Joseph Kabila and Where the Election in Congo Went Wrong
Once the playground of tyrants like Uganda's Idi Amin, Ethiopia's Mengistu Haile Mariam, and Zaire's Mobutu Sese Seko, Africa is finally shedding its postcolonial heritage of despotism and chaos. In Uganda, Rwanda, Ethiopia, and Eritrea, a new generation of nationalist leaders with strong and disciplined armies is emerging to take control of the continent. Their fights against the old foreign-supported order have left them suspicious of anything that comes from abroad, especially from France. Still, they are far more accountable and egalitarian than their predecessors-and they want to get into the United States' good books.
The Democratic Republic of the Congo is going to the polls today and tensions are high. From Kinshasa to Lubumbashi, from Goma to Mbuji-Mayi, clashes have broken out between supporters of incumbent President Joseph Kabila and opposition groups. At least 30 people have been killed; many more have been wounded.
It was not supposed to be like this. After 32 years of kleptocratic rule by the Cold War-era strongman Mobutu Sese Seko, the European Union spent more than half a billion dollars in Congo to underwrite a nationwide election in 2006. It was not perfect, but it was a success. Kabila won the race with 58 percent of a runoff vote with then Vice President Jean-Pierre Bemba.
In the years that followed, Congo made meaningful political and economic progress. Starting in 2007, Vital Kamerhe, then newly elected president of the national assembly, encouraged vigorous policy debates, allowing both the majority and the opposition access to the floor. Parliamentary commissions held hearings on sensitive matters, such as the $9 billion mining investment by the Chinese that set off a national debate about balancing the sovereignty with economic development.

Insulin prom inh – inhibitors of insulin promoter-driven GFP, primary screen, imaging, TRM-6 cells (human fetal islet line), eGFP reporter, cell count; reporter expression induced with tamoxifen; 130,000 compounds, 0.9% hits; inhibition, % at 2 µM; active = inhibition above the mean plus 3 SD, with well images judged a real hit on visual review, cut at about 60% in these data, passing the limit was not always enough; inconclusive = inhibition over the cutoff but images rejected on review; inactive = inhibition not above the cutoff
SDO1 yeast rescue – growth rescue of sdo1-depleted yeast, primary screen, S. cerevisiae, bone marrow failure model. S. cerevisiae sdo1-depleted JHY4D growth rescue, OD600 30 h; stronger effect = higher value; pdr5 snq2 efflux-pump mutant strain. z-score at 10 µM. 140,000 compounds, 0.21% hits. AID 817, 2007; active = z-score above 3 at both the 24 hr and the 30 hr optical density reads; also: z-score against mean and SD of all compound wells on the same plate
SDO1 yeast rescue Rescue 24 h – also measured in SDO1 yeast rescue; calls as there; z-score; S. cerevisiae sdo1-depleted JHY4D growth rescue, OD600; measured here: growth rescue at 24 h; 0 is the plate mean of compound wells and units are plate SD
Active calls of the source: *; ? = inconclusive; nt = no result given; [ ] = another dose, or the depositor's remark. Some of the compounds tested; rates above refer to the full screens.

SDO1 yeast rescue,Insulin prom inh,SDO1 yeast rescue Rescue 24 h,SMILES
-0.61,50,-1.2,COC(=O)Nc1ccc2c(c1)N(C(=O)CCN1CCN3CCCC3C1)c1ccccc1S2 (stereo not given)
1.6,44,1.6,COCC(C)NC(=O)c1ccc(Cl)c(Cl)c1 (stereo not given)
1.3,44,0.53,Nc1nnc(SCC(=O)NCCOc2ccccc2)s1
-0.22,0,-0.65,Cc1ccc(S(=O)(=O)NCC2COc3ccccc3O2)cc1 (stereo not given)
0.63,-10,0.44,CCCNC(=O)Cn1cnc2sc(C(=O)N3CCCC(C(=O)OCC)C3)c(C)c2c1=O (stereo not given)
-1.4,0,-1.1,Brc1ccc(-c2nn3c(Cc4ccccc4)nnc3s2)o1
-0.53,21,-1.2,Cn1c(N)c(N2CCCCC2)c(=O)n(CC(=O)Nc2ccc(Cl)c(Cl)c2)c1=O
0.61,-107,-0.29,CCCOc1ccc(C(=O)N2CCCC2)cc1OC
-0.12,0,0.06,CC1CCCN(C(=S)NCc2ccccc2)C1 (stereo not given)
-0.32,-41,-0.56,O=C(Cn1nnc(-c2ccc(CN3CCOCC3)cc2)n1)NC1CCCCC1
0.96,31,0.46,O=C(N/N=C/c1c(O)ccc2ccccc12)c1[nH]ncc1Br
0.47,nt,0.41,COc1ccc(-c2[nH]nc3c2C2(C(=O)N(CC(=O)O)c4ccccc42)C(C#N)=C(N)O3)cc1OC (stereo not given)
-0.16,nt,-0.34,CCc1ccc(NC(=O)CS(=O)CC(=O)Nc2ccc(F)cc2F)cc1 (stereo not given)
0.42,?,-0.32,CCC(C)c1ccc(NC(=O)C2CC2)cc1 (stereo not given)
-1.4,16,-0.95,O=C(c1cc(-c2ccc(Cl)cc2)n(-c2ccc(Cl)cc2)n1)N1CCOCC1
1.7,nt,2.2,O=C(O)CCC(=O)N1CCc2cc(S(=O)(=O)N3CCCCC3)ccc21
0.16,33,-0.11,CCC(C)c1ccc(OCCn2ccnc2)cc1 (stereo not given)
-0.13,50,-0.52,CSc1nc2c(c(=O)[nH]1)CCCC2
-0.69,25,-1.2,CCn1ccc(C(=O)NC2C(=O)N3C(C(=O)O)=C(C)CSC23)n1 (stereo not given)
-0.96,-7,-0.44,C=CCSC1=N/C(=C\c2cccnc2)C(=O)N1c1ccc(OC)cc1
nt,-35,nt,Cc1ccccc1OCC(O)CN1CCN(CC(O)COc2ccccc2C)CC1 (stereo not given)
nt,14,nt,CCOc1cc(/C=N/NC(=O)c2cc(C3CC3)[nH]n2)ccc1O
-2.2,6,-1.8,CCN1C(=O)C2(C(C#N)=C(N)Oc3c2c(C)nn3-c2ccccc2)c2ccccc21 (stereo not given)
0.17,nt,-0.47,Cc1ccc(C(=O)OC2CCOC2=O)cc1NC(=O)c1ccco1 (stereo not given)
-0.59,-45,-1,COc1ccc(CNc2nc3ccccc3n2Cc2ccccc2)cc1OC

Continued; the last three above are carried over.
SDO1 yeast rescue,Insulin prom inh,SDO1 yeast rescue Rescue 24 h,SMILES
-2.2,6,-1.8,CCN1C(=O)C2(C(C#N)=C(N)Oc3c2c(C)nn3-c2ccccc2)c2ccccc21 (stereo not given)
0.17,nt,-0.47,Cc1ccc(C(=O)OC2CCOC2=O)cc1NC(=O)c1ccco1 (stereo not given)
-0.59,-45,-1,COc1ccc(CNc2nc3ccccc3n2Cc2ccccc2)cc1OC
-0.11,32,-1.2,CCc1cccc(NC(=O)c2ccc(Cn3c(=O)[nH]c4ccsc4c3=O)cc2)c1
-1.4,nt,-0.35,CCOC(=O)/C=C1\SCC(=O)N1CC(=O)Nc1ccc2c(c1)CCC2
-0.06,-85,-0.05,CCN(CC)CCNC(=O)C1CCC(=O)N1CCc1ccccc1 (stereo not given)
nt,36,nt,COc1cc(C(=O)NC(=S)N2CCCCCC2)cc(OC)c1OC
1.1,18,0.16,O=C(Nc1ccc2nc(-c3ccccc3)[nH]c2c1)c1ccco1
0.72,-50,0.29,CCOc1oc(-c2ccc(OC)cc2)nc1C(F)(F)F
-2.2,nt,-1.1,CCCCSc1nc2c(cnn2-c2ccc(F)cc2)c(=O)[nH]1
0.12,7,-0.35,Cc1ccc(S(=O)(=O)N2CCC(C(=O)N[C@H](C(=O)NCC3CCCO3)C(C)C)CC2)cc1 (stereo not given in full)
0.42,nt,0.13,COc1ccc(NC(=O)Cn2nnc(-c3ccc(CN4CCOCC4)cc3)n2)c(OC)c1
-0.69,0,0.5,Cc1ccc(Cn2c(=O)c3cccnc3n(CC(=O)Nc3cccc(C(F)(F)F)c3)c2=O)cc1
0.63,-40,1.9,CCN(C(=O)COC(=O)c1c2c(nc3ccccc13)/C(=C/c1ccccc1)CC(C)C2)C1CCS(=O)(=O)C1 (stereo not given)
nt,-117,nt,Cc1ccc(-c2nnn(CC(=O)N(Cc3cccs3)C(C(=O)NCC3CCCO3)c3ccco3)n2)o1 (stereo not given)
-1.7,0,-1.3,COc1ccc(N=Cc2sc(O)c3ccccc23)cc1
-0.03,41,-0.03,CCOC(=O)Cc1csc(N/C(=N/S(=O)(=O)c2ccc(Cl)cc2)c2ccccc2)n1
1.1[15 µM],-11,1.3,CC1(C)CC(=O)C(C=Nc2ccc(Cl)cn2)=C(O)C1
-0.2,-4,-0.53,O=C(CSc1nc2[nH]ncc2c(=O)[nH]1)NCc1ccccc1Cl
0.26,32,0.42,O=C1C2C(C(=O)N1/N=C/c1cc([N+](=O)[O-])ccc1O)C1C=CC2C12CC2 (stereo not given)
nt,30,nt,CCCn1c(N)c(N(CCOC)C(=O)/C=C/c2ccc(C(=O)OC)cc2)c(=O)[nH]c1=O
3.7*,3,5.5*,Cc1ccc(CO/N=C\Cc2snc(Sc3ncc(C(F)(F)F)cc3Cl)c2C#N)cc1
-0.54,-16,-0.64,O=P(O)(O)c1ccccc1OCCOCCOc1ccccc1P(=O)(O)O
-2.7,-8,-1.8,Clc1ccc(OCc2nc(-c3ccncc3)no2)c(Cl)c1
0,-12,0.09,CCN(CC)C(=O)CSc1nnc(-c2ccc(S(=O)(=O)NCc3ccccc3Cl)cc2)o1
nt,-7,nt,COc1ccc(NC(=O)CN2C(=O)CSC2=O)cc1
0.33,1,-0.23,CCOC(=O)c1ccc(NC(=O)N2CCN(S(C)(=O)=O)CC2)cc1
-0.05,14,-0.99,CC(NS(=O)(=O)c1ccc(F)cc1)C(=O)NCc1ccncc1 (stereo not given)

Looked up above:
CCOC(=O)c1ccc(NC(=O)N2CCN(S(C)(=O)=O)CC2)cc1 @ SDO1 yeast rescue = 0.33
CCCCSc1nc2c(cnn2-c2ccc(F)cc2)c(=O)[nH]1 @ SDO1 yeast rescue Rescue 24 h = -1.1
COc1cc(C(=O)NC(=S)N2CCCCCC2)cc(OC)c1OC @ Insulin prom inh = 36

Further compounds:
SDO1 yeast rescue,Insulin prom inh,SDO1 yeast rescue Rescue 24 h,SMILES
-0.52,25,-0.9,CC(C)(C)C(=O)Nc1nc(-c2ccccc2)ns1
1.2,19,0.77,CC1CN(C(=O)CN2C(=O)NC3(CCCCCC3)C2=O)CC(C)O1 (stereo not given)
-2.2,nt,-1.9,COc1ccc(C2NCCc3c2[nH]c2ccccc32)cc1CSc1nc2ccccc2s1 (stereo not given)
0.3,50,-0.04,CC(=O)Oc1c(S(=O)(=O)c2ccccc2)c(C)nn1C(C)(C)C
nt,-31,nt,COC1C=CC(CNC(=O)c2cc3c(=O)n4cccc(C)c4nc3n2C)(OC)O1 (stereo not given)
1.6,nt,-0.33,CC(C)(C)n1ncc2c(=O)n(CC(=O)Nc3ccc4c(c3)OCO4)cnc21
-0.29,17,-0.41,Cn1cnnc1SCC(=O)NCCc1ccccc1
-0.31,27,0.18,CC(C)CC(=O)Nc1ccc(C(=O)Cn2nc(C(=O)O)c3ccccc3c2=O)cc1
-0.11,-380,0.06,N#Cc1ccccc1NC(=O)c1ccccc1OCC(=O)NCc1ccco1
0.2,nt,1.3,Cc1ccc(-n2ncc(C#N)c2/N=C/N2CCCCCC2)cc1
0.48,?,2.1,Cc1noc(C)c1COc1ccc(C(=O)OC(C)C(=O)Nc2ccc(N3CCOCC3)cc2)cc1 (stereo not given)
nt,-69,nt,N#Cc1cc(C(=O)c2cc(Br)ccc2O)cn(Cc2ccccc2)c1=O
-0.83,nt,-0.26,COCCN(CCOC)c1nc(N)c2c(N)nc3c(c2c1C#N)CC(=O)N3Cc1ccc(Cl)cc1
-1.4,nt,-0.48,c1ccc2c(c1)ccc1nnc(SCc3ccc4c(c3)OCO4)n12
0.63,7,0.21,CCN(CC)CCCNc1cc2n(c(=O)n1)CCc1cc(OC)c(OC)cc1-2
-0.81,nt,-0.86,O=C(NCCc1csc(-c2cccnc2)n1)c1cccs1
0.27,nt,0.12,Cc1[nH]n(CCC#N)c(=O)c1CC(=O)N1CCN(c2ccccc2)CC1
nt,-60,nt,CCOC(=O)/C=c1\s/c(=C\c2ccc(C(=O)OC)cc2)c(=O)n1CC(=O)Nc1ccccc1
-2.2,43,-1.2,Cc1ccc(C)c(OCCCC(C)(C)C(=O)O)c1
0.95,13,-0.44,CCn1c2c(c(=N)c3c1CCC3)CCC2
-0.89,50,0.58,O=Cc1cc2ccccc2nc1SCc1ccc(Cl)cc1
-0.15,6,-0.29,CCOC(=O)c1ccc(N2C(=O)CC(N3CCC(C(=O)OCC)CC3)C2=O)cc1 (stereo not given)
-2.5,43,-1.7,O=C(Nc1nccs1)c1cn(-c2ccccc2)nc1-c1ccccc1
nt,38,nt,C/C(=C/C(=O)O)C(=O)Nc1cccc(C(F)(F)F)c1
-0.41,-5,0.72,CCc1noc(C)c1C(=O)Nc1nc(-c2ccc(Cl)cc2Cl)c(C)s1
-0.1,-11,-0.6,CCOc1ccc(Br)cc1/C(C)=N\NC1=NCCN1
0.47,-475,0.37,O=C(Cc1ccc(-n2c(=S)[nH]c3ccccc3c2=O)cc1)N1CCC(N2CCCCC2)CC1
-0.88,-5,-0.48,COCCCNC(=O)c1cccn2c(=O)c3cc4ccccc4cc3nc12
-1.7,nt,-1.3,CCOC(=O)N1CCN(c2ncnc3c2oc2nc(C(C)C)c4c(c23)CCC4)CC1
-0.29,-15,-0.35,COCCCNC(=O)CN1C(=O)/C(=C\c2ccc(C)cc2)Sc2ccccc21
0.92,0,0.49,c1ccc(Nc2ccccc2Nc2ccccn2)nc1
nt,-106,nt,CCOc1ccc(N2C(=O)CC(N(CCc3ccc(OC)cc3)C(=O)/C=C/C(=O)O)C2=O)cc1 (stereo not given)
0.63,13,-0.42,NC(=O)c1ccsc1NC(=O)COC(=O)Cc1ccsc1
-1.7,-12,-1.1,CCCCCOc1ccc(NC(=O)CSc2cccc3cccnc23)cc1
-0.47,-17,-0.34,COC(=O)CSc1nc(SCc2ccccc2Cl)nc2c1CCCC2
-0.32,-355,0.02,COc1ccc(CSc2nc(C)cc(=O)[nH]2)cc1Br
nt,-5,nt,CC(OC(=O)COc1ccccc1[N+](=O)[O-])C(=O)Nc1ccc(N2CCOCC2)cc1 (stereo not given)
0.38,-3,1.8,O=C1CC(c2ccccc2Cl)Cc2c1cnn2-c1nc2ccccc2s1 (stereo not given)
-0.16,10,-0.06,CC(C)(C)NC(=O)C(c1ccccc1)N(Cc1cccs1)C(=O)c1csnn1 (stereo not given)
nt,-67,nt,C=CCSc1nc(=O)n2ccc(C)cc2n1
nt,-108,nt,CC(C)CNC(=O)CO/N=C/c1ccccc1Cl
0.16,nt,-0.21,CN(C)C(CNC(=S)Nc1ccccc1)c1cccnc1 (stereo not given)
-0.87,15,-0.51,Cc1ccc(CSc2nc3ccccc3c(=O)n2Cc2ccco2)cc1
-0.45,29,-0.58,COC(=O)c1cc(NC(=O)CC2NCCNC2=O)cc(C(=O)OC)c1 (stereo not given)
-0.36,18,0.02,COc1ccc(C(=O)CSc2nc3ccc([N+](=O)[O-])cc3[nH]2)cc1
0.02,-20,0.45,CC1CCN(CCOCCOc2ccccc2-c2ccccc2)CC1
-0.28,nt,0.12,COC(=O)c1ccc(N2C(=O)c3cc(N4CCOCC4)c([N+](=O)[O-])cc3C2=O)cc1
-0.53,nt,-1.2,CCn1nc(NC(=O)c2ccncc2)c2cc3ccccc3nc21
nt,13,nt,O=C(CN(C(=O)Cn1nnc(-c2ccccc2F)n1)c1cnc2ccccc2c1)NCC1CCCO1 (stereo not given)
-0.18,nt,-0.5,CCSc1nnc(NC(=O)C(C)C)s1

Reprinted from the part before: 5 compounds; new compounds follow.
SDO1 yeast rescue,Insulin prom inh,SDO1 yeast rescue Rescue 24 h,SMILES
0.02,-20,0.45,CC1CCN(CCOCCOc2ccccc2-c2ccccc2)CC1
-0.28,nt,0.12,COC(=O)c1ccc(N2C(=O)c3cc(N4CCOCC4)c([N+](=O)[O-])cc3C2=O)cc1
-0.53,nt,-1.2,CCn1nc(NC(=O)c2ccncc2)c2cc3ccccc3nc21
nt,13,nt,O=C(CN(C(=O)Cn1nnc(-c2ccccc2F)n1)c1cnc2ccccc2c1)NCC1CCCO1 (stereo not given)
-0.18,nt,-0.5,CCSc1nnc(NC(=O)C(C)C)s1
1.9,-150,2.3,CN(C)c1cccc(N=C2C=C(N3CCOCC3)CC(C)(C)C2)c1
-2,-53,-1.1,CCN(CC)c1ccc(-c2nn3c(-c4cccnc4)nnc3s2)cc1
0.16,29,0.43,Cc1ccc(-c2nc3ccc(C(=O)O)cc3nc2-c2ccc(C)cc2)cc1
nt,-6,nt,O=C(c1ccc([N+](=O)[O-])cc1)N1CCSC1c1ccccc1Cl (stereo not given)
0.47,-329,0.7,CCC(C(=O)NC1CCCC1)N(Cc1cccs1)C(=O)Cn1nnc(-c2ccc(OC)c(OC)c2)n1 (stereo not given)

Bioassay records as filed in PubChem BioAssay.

The democratically elected government in Kinshasa made economic gains, as well. The country coasted through the global financial crisis relatively unscathed. In 2010, the International Monetary Fund and the World Bank approved a $12.3 billion debt relief package to help alleviate Kinshasa's financial burden, part of the Mobutu legacy. And largely because of investment in the country's extractive sector, particularly copper, the World Bank expects Congo's economy to grow over the next several years at around seven percent annually, one of the fastest economic growth rates in Africa. This success has led the European Union, long the country's largest outside patron, to pat itself on the back, proud to have fostered democracy in what the world considered a failed state. Since 2007, Brussels has largely stepped aside...